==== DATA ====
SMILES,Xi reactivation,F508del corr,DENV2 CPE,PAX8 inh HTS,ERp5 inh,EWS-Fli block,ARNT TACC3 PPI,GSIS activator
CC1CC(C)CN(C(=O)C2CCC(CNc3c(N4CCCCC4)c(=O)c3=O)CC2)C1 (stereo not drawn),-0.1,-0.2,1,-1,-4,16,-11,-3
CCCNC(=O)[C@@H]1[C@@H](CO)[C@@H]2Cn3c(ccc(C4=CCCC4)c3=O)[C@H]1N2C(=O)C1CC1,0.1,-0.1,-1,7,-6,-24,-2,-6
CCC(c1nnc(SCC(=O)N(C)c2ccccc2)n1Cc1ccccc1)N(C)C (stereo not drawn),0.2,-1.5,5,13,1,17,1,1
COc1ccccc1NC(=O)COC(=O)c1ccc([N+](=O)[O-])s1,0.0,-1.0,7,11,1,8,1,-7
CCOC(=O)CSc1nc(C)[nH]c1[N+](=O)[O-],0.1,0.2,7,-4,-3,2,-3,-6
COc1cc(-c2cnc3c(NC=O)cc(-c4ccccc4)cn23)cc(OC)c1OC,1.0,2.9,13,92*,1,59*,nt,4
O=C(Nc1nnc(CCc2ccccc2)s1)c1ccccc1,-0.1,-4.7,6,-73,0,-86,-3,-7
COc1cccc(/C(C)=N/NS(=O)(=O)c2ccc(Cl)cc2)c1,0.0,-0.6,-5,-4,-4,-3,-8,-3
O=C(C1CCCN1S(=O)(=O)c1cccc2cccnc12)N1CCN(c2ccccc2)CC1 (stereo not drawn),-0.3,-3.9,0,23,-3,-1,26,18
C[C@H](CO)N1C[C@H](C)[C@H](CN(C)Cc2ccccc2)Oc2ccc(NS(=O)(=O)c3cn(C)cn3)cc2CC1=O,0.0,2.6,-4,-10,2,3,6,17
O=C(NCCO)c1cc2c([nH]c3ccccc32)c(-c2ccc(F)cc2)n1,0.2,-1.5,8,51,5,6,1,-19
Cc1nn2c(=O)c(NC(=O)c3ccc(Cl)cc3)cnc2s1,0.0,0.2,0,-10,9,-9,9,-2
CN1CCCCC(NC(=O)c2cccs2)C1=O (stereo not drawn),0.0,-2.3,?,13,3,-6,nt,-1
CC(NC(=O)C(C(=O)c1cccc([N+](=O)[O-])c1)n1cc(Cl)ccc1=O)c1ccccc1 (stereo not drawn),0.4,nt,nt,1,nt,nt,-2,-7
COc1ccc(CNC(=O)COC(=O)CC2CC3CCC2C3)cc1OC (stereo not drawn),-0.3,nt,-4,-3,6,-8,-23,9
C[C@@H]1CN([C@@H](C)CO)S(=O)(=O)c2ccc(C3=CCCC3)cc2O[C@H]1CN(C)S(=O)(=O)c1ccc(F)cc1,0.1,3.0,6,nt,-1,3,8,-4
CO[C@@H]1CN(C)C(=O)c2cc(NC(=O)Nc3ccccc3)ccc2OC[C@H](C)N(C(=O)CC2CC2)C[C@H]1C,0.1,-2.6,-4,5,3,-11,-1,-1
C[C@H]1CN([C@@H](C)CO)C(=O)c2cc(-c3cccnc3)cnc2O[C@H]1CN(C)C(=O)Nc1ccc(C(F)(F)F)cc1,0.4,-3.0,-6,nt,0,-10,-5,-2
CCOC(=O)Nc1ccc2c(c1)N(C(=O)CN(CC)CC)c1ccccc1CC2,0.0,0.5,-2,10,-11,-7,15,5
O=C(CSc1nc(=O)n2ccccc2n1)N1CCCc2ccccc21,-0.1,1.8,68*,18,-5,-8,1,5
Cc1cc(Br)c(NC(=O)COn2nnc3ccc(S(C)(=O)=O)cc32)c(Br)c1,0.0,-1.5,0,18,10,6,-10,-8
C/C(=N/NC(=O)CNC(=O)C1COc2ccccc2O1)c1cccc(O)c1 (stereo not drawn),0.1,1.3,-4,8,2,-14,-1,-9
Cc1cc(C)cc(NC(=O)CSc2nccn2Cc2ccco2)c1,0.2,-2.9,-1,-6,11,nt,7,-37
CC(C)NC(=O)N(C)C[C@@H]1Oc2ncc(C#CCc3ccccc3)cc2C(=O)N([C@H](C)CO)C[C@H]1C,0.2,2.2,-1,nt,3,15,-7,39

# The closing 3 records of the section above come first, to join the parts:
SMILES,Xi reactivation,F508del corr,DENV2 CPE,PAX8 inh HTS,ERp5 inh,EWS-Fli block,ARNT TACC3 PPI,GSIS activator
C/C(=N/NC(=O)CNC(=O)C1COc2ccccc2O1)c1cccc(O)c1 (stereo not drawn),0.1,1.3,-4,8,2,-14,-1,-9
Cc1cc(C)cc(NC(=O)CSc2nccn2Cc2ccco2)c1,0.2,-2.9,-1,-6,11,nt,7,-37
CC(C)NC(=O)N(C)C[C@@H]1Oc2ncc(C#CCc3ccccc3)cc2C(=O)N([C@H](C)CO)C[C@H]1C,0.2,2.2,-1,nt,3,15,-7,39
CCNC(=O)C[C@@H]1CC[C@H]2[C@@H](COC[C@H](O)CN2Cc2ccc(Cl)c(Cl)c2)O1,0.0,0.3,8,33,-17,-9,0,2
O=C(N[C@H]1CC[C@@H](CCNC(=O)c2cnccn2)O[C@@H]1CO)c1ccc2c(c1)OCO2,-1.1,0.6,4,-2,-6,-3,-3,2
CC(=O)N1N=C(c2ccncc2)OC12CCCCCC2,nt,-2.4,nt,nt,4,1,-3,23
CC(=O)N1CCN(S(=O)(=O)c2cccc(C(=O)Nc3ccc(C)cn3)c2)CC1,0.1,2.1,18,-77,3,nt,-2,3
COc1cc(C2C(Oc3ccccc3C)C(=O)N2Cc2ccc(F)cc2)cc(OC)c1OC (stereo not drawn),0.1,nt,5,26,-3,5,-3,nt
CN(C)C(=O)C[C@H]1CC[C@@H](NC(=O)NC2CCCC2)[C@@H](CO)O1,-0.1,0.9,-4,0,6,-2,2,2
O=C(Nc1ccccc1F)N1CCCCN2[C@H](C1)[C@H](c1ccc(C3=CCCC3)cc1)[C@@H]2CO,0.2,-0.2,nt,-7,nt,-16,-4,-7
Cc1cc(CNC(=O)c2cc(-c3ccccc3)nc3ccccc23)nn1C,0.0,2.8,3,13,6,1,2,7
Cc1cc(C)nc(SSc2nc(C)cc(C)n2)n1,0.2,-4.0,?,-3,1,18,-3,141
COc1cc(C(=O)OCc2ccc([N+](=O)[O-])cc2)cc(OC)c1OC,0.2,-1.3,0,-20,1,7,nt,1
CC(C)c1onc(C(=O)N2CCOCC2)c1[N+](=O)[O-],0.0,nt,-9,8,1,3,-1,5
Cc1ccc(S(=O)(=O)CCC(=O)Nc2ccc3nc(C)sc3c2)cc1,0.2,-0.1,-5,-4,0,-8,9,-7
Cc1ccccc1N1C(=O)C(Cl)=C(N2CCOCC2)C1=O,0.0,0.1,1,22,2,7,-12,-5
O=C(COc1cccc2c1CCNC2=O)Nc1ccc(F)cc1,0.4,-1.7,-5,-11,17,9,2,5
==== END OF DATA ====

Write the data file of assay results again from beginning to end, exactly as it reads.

SMILES,Xi reactivation,F508del corr,DENV2 CPE,PAX8 inh HTS,ERp5 inh,EWS-Fli block,ARNT TACC3 PPI,GSIS activator
CC1CC(C)CN(C(=O)C2CCC(CNc3c(N4CCCCC4)c(=O)c3=O)CC2)C1 (stereo not drawn),-0.1,-0.2,1,-1,-4,16,-11,-3
CCCNC(=O)[C@@H]1[C@@H](CO)[C@@H]2Cn3c(ccc(C4=CCCC4)c3=O)[C@H]1N2C(=O)C1CC1,0.1,-0.1,-1,7,-6,-24,-2,-6
CCC(c1nnc(SCC(=O)N(C)c2ccccc2)n1Cc1ccccc1)N(C)C (stereo not drawn),0.2,-1.5,5,13,1,17,1,1
COc1ccccc1NC(=O)COC(=O)c1ccc([N+](=O)[O-])s1,0.0,-1.0,7,11,1,8,1,-7
CCOC(=O)CSc1nc(C)[nH]c1[N+](=O)[O-],0.1,0.2,7,-4,-3,2,-3,-6
COc1cc(-c2cnc3c(NC=O)cc(-c4ccccc4)cn23)cc(OC)c1OC,1.0,2.9,13,92*,1,59*,nt,4
O=C(Nc1nnc(CCc2ccccc2)s1)c1ccccc1,-0.1,-4.7,6,-73,0,-86,-3,-7
COc1cccc(/C(C)=N/NS(=O)(=O)c2ccc(Cl)cc2)c1,0.0,-0.6,-5,-4,-4,-3,-8,-3
O=C(C1CCCN1S(=O)(=O)c1cccc2cccnc12)N1CCN(c2ccccc2)CC1 (stereo not drawn),-0.3,-3.9,0,23,-3,-1,26,18
C[C@H](CO)N1C[C@H](C)[C@H](CN(C)Cc2ccccc2)Oc2ccc(NS(=O)(=O)c3cn(C)cn3)cc2CC1=O,0.0,2.6,-4,-10,2,3,6,17
O=C(NCCO)c1cc2c([nH]c3ccccc32)c(-c2ccc(F)cc2)n1,0.2,-1.5,8,51,5,6,1,-19
Cc1nn2c(=O)c(NC(=O)c3ccc(Cl)cc3)cnc2s1,0.0,0.2,0,-10,9,-9,9,-2
CN1CCCCC(NC(=O)c2cccs2)C1=O (stereo not drawn),0.0,-2.3,?,13,3,-6,nt,-1
CC(NC(=O)C(C(=O)c1cccc([N+](=O)[O-])c1)n1cc(Cl)ccc1=O)c1ccccc1 (stereo not drawn),0.4,nt,nt,1,nt,nt,-2,-7
COc1ccc(CNC(=O)COC(=O)CC2CC3CCC2C3)cc1OC (stereo not drawn),-0.3,nt,-4,-3,6,-8,-23,9
C[C@@H]1CN([C@@H](C)CO)S(=O)(=O)c2ccc(C3=CCCC3)cc2O[C@H]1CN(C)S(=O)(=O)c1ccc(F)cc1,0.1,3.0,6,nt,-1,3,8,-4
CO[C@@H]1CN(C)C(=O)c2cc(NC(=O)Nc3ccccc3)ccc2OC[C@H](C)N(C(=O)CC2CC2)C[C@H]1C,0.1,-2.6,-4,5,3,-11,-1,-1
C[C@H]1CN([C@@H](C)CO)C(=O)c2cc(-c3cccnc3)cnc2O[C@H]1CN(C)C(=O)Nc1ccc(C(F)(F)F)cc1,0.4,-3.0,-6,nt,0,-10,-5,-2
CCOC(=O)Nc1ccc2c(c1)N(C(=O)CN(CC)CC)c1ccccc1CC2,0.0,0.5,-2,10,-11,-7,15,5
O=C(CSc1nc(=O)n2ccccc2n1)N1CCCc2ccccc21,-0.1,1.8,68*,18,-5,-8,1,5
Cc1cc(Br)c(NC(=O)COn2nnc3ccc(S(C)(=O)=O)cc32)c(Br)c1,0.0,-1.5,0,18,10,6,-10,-8
C/C(=N/NC(=O)CNC(=O)C1COc2ccccc2O1)c1cccc(O)c1 (stereo not drawn),0.1,1.3,-4,8,2,-14,-1,-9
Cc1cc(C)cc(NC(=O)CSc2nccn2Cc2ccco2)c1,0.2,-2.9,-1,-6,11,nt,7,-37
CC(C)NC(=O)N(C)C[C@@H]1Oc2ncc(C#CCc3ccccc3)cc2C(=O)N([C@H](C)CO)C[C@H]1C,0.2,2.2,-1,nt,3,15,-7,39

# The closing 3 records of the section above come first, to join the parts:
SMILES,Xi reactivation,F508del corr,DENV2 CPE,PAX8 inh HTS,ERp5 inh,EWS-Fli block,ARNT TACC3 PPI,GSIS activator
C/C(=N/NC(=O)CNC(=O)C1COc2ccccc2O1)c1cccc(O)c1 (stereo not drawn),0.1,1.3,-4,8,2,-14,-1,-9
Cc1cc(C)cc(NC(=O)CSc2nccn2Cc2ccco2)c1,0.2,-2.9,-1,-6,11,nt,7,-37
CC(C)NC(=O)N(C)C[C@@H]1Oc2ncc(C#CCc3ccccc3)cc2C(=O)N([C@H](C)CO)C[C@H]1C,0.2,2.2,-1,nt,3,15,-7,39
CCNC(=O)C[C@@H]1CC[C@H]2[C@@H](COC[C@H](O)CN2Cc2ccc(Cl)c(Cl)c2)O1,0.0,0.3,8,33,-17,-9,0,2
O=C(N[C@H]1CC[C@@H](CCNC(=O)c2cnccn2)O[C@@H]1CO)c1ccc2c(c1)OCO2,-1.1,0.6,4,-2,-6,-3,-3,2
CC(=O)N1N=C(c2ccncc2)OC12CCCCCC2,nt,-2.4,nt,nt,4,1,-3,23
CC(=O)N1CCN(S(=O)(=O)c2cccc(C(=O)Nc3ccc(C)cn3)c2)CC1,0.1,2.1,18,-77,3,nt,-2,3
COc1cc(C2C(Oc3ccccc3C)C(=O)N2Cc2ccc(F)cc2)cc(OC)c1OC (stereo not drawn),0.1,nt,5,26,-3,5,-3,nt
CN(C)C(=O)C[C@H]1CC[C@@H](NC(=O)NC2CCCC2)[C@@H](CO)O1,-0.1,0.9,-4,0,6,-2,2,2
O=C(Nc1ccccc1F)N1CCCCN2[C@H](C1)[C@H](c1ccc(C3=CCCC3)cc1)[C@@H]2CO,0.2,-0.2,nt,-7,nt,-16,-4,-7
Cc1cc(CNC(=O)c2cc(-c3ccccc3)nc3ccccc23)nn1C,0.0,2.8,3,13,6,1,2,7
Cc1cc(C)nc(SSc2nc(C)cc(C)n2)n1,0.2,-4.0,?,-3,1,18,-3,141
COc1cc(C(=O)OCc2ccc([N+](=O)[O-])cc2)cc(OC)c1OC,0.2,-1.3,0,-20,1,7,nt,1
CC(C)c1onc(C(=O)N2CCOCC2)c1[N+](=O)[O-],0.0,nt,-9,8,1,3,-1,5
Cc1ccc(S(=O)(=O)CCC(=O)Nc2ccc3nc(C)sc3c2)cc1,0.2,-0.1,-5,-4,0,-8,9,-7
Cc1ccccc1N1C(=O)C(Cl)=C(N2CCOCC2)C1=O,0.0,0.1,1,22,2,7,-12,-5
O=C(COc1cccc2c1CCNC2=O)Nc1ccc(F)cc1,0.4,-1.7,-5,-11,17,9,2,5